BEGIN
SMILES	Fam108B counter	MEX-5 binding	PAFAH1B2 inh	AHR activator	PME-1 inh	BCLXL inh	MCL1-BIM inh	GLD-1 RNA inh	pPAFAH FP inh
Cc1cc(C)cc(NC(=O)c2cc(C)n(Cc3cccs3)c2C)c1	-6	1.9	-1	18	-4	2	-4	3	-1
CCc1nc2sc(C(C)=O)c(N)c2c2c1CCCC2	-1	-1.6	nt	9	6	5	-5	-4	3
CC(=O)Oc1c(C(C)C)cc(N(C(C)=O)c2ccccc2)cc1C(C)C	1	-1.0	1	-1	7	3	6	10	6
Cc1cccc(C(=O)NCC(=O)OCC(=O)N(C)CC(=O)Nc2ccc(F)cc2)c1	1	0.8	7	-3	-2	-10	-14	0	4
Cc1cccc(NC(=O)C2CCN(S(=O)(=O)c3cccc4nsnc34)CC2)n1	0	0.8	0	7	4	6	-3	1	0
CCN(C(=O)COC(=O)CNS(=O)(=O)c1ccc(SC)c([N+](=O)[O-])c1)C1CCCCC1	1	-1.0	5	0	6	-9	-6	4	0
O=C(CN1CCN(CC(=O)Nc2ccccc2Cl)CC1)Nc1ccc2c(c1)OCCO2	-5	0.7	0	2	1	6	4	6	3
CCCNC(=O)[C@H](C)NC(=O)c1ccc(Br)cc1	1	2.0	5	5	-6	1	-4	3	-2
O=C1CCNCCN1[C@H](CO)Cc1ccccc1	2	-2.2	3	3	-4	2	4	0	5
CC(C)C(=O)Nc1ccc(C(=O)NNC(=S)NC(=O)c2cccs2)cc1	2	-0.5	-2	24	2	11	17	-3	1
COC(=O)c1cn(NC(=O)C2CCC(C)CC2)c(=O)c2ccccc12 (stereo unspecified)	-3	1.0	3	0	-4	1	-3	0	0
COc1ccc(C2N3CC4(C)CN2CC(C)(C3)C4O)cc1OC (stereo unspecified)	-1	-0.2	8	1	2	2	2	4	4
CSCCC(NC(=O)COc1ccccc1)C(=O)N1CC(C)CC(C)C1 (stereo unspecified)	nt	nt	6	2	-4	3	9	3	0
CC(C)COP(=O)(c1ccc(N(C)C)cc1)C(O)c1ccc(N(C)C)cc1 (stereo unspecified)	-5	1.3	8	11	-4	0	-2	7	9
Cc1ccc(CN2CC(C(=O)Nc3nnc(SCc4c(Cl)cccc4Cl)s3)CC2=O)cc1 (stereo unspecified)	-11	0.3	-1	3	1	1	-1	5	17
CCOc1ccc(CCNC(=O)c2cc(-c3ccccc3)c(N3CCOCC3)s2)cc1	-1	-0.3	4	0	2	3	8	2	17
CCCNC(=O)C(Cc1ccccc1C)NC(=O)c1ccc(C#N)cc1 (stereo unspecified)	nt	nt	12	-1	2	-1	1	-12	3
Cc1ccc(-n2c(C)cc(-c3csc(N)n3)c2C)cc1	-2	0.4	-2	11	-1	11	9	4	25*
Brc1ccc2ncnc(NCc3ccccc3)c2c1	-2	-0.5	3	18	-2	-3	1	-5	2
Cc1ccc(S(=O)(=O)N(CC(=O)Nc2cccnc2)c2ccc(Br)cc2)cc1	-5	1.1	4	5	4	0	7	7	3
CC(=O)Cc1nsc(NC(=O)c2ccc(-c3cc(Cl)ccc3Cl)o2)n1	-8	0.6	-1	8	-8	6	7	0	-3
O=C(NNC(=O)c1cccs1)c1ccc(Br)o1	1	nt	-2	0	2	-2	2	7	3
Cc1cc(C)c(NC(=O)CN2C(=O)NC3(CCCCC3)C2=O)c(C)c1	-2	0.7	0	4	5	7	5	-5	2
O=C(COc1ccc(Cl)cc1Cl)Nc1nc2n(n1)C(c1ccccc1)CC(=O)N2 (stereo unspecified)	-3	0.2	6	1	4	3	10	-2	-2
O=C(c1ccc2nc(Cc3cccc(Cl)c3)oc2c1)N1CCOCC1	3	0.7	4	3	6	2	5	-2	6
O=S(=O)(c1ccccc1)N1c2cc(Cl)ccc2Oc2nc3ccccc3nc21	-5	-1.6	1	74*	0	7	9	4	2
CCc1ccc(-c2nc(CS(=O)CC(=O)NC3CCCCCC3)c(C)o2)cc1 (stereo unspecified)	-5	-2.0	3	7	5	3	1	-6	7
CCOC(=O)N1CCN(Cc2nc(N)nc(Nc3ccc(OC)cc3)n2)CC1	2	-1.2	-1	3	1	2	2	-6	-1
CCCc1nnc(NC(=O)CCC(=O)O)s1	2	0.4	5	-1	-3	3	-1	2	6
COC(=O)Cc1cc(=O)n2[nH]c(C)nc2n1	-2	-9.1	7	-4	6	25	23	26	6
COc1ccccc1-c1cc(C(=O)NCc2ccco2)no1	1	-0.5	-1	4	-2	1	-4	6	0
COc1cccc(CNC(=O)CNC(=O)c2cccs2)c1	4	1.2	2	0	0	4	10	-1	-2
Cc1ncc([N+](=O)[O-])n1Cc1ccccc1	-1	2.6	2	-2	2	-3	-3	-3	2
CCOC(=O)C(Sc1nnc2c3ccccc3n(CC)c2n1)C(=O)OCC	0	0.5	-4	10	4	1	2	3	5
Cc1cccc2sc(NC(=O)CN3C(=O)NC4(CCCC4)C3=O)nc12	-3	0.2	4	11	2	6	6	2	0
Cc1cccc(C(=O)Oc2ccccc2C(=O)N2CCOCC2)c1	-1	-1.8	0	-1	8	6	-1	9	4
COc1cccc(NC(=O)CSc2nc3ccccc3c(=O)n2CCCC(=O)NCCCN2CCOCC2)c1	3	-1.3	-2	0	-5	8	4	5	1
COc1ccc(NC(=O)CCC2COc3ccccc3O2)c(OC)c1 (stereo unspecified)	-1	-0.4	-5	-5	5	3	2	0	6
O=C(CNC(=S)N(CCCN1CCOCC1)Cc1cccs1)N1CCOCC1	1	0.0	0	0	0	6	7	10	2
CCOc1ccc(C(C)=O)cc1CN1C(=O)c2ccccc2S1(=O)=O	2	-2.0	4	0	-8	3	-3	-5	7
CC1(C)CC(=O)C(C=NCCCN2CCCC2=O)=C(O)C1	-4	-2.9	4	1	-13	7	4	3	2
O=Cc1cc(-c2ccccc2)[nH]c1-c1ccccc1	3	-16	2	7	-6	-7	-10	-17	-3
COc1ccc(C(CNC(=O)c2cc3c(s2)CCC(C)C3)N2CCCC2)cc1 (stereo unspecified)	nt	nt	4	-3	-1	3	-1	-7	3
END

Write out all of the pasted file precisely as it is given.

SMILES	Fam108B counter	MEX-5 binding	PAFAH1B2 inh	AHR activator	PME-1 inh	BCLXL inh	MCL1-BIM inh	GLD-1 RNA inh	pPAFAH FP inh
Cc1cc(C)cc(NC(=O)c2cc(C)n(Cc3cccs3)c2C)c1	-6	1.9	-1	18	-4	2	-4	3	-1
CCc1nc2sc(C(C)=O)c(N)c2c2c1CCCC2	-1	-1.6	nt	9	6	5	-5	-4	3
CC(=O)Oc1c(C(C)C)cc(N(C(C)=O)c2ccccc2)cc1C(C)C	1	-1.0	1	-1	7	3	6	10	6
Cc1cccc(C(=O)NCC(=O)OCC(=O)N(C)CC(=O)Nc2ccc(F)cc2)c1	1	0.8	7	-3	-2	-10	-14	0	4
Cc1cccc(NC(=O)C2CCN(S(=O)(=O)c3cccc4nsnc34)CC2)n1	0	0.8	0	7	4	6	-3	1	0
CCN(C(=O)COC(=O)CNS(=O)(=O)c1ccc(SC)c([N+](=O)[O-])c1)C1CCCCC1	1	-1.0	5	0	6	-9	-6	4	0
O=C(CN1CCN(CC(=O)Nc2ccccc2Cl)CC1)Nc1ccc2c(c1)OCCO2	-5	0.7	0	2	1	6	4	6	3
CCCNC(=O)[C@H](C)NC(=O)c1ccc(Br)cc1	1	2.0	5	5	-6	1	-4	3	-2
O=C1CCNCCN1[C@H](CO)Cc1ccccc1	2	-2.2	3	3	-4	2	4	0	5
CC(C)C(=O)Nc1ccc(C(=O)NNC(=S)NC(=O)c2cccs2)cc1	2	-0.5	-2	24	2	11	17	-3	1
COC(=O)c1cn(NC(=O)C2CCC(C)CC2)c(=O)c2ccccc12 (stereo unspecified)	-3	1.0	3	0	-4	1	-3	0	0
COc1ccc(C2N3CC4(C)CN2CC(C)(C3)C4O)cc1OC (stereo unspecified)	-1	-0.2	8	1	2	2	2	4	4
CSCCC(NC(=O)COc1ccccc1)C(=O)N1CC(C)CC(C)C1 (stereo unspecified)	nt	nt	6	2	-4	3	9	3	0
CC(C)COP(=O)(c1ccc(N(C)C)cc1)C(O)c1ccc(N(C)C)cc1 (stereo unspecified)	-5	1.3	8	11	-4	0	-2	7	9
Cc1ccc(CN2CC(C(=O)Nc3nnc(SCc4c(Cl)cccc4Cl)s3)CC2=O)cc1 (stereo unspecified)	-11	0.3	-1	3	1	1	-1	5	17
CCOc1ccc(CCNC(=O)c2cc(-c3ccccc3)c(N3CCOCC3)s2)cc1	-1	-0.3	4	0	2	3	8	2	17
CCCNC(=O)C(Cc1ccccc1C)NC(=O)c1ccc(C#N)cc1 (stereo unspecified)	nt	nt	12	-1	2	-1	1	-12	3
Cc1ccc(-n2c(C)cc(-c3csc(N)n3)c2C)cc1	-2	0.4	-2	11	-1	11	9	4	25*
Brc1ccc2ncnc(NCc3ccccc3)c2c1	-2	-0.5	3	18	-2	-3	1	-5	2
Cc1ccc(S(=O)(=O)N(CC(=O)Nc2cccnc2)c2ccc(Br)cc2)cc1	-5	1.1	4	5	4	0	7	7	3
CC(=O)Cc1nsc(NC(=O)c2ccc(-c3cc(Cl)ccc3Cl)o2)n1	-8	0.6	-1	8	-8	6	7	0	-3
O=C(NNC(=O)c1cccs1)c1ccc(Br)o1	1	nt	-2	0	2	-2	2	7	3
Cc1cc(C)c(NC(=O)CN2C(=O)NC3(CCCCC3)C2=O)c(C)c1	-2	0.7	0	4	5	7	5	-5	2
O=C(COc1ccc(Cl)cc1Cl)Nc1nc2n(n1)C(c1ccccc1)CC(=O)N2 (stereo unspecified)	-3	0.2	6	1	4	3	10	-2	-2
O=C(c1ccc2nc(Cc3cccc(Cl)c3)oc2c1)N1CCOCC1	3	0.7	4	3	6	2	5	-2	6
O=S(=O)(c1ccccc1)N1c2cc(Cl)ccc2Oc2nc3ccccc3nc21	-5	-1.6	1	74*	0	7	9	4	2
CCc1ccc(-c2nc(CS(=O)CC(=O)NC3CCCCCC3)c(C)o2)cc1 (stereo unspecified)	-5	-2.0	3	7	5	3	1	-6	7
CCOC(=O)N1CCN(Cc2nc(N)nc(Nc3ccc(OC)cc3)n2)CC1	2	-1.2	-1	3	1	2	2	-6	-1
CCCc1nnc(NC(=O)CCC(=O)O)s1	2	0.4	5	-1	-3	3	-1	2	6
COC(=O)Cc1cc(=O)n2[nH]c(C)nc2n1	-2	-9.1	7	-4	6	25	23	26	6
COc1ccccc1-c1cc(C(=O)NCc2ccco2)no1	1	-0.5	-1	4	-2	1	-4	6	0
COc1cccc(CNC(=O)CNC(=O)c2cccs2)c1	4	1.2	2	0	0	4	10	-1	-2
Cc1ncc([N+](=O)[O-])n1Cc1ccccc1	-1	2.6	2	-2	2	-3	-3	-3	2
CCOC(=O)C(Sc1nnc2c3ccccc3n(CC)c2n1)C(=O)OCC	0	0.5	-4	10	4	1	2	3	5
Cc1cccc2sc(NC(=O)CN3C(=O)NC4(CCCC4)C3=O)nc12	-3	0.2	4	11	2	6	6	2	0
Cc1cccc(C(=O)Oc2ccccc2C(=O)N2CCOCC2)c1	-1	-1.8	0	-1	8	6	-1	9	4
COc1cccc(NC(=O)CSc2nc3ccccc3c(=O)n2CCCC(=O)NCCCN2CCOCC2)c1	3	-1.3	-2	0	-5	8	4	5	1
COc1ccc(NC(=O)CCC2COc3ccccc3O2)c(OC)c1 (stereo unspecified)	-1	-0.4	-5	-5	5	3	2	0	6
O=C(CNC(=S)N(CCCN1CCOCC1)Cc1cccs1)N1CCOCC1	1	0.0	0	0	0	6	7	10	2
CCOc1ccc(C(C)=O)cc1CN1C(=O)c2ccccc2S1(=O)=O	2	-2.0	4	0	-8	3	-3	-5	7
CC1(C)CC(=O)C(C=NCCCN2CCCC2=O)=C(O)C1	-4	-2.9	4	1	-13	7	4	3	2
O=Cc1cc(-c2ccccc2)[nH]c1-c1ccccc1	3	-16	2	7	-6	-7	-10	-17	-3
COc1ccc(C(CNC(=O)c2cc3c(s2)CCC(C)C3)N2CCCC2)cc1 (stereo unspecified)	nt	nt	4	-3	-1	3	-1	-7	3